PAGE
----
Düsseldorf, Germany — Medical molders need liquid silicone rubber materials that cure quickly and at lower temperatures. Dow Performance Silicones featured the novel, innovative elastomers at two recent presentations.
Stéphane Cornelis, responsible for medical application engineering and technical service at Dow Performance Silicones in Seneffe, Belgium, spoke Nov. 14 about development and benchmark evaluation of the new QP1-33XX series medical quality LSR.
The material, launched at the Compamed trade fair in Düsseldorf, cures well below 140° C, which enables molders to use thermally sensitive additives and to do two-component molding of LSR with thermoplastics with lower heat resistance than glass-fiber-reinforced nylon or polybutylene terephthlate, which are the plastics most frequently used for LSR/thermoplastic molding.
Starting in 2016, Dow submitted QP1-3350 (Shore A50) to benchmarking tests on its Engel all-electric e-Max 100 liquid injection molding press. The machine, in Dow's Seneffe technical center, has 100 metric tons of clamping force.
Dow compared QP1-33XX with two standard LSR grades available at that time from two competing LSR producers, varying injection speed, holding pressure and mold temperature.
It also included its standard QP1-50 in the tests and another new Dow medical grade, QP1-250, a slow storage modulus and low “structure rebuild” Shore A50 LSR with its low dynamic viscosity rheology enabling easier flow for fast molding at lower injection pressure.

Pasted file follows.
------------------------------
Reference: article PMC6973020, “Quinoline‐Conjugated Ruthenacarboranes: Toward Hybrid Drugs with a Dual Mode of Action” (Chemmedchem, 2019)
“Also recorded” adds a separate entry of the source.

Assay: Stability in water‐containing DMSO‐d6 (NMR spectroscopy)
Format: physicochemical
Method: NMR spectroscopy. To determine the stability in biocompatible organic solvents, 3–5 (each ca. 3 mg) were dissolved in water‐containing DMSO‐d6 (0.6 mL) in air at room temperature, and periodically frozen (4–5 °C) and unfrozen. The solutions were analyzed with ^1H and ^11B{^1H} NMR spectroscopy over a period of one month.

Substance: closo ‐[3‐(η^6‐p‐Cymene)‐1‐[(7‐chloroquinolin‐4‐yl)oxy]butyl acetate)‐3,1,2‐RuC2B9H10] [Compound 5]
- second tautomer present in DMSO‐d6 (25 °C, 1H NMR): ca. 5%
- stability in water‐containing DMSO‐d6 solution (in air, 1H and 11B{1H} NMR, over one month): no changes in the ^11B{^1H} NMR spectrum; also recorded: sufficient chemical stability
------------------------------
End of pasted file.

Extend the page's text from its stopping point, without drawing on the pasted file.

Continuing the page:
Cornelis observed “slow structure rebuild capability was demonstrated by fast constant rate metering without any delay after holding time.”
Dow showed the molded part of a respiratory mask at its Compamed booth, molded in QP1-250 by Sankt Augustin, Germany-based Intersurgical GmbH.
There was little difference between the materials in cure time at 180° C, but there was 15 seconds faster cure with QP1-3350 than the fastest curing of the competitors' LSR at 120° C, which widened to a 133-second advantage at 100° C.
Although QP1-3350 tear strength at 30 kN/m (without post-cure) was lower than 44 and 46 kN/m for QP1-50 and QP1-250, it was higher than the 21 and 25 kN/m values for the competitors' LSRs. There was little difference in tensile strength values between the different LSRs.
QP1-3350 post-molding compression set at 52 percent was slightly lower than competitors' 60 to 62 percent values, but it was higher than the 39.1 percent for QP1-50. Post-cure tests were made at 200° C/4h and 200° C/8h, the latter showing significant differences, with QP1-3350 almost twice as high at 19 percent than competitors' grades at 10 percent and much higher than the 6 percent value for QP1-250, while QP1-50 achieved 17 percent.
Based on 180 mm x 130 mm x 2 mm test plaque molding, Cornelis pointed out that one of the competitor's grades had been found to need 100 tonnes clamping force due to 608 bar injection pressure, but that QP1-3350 with 325 bar and QP1-250 with 365 bar (injection speed 50 cm3/s) could be molded on a 50 tonnes clamping force machine.
Cornelis supported this by showing a chart in which the new QP grades had lower injection pressure at a given injection speed. Overall, 44-second cycle time at 120 °C (560 bar) was faster for QP1-3350 than the 78 seconds needed for the above-mentioned competitor's material (540 bar).
So aside from widening additive and thermoplastic co-molding options, there are productivity and cost benefits from QP1-3350 with a smaller molding machine and faster cycle time, Cornelis said. He said it is also easier to mold thick wall parts, such as optical lenses, faster with this new material.
QP1-250, on the other hand, also offers particular advantages when producing LSR parts in molds with large numbers of mold cavities.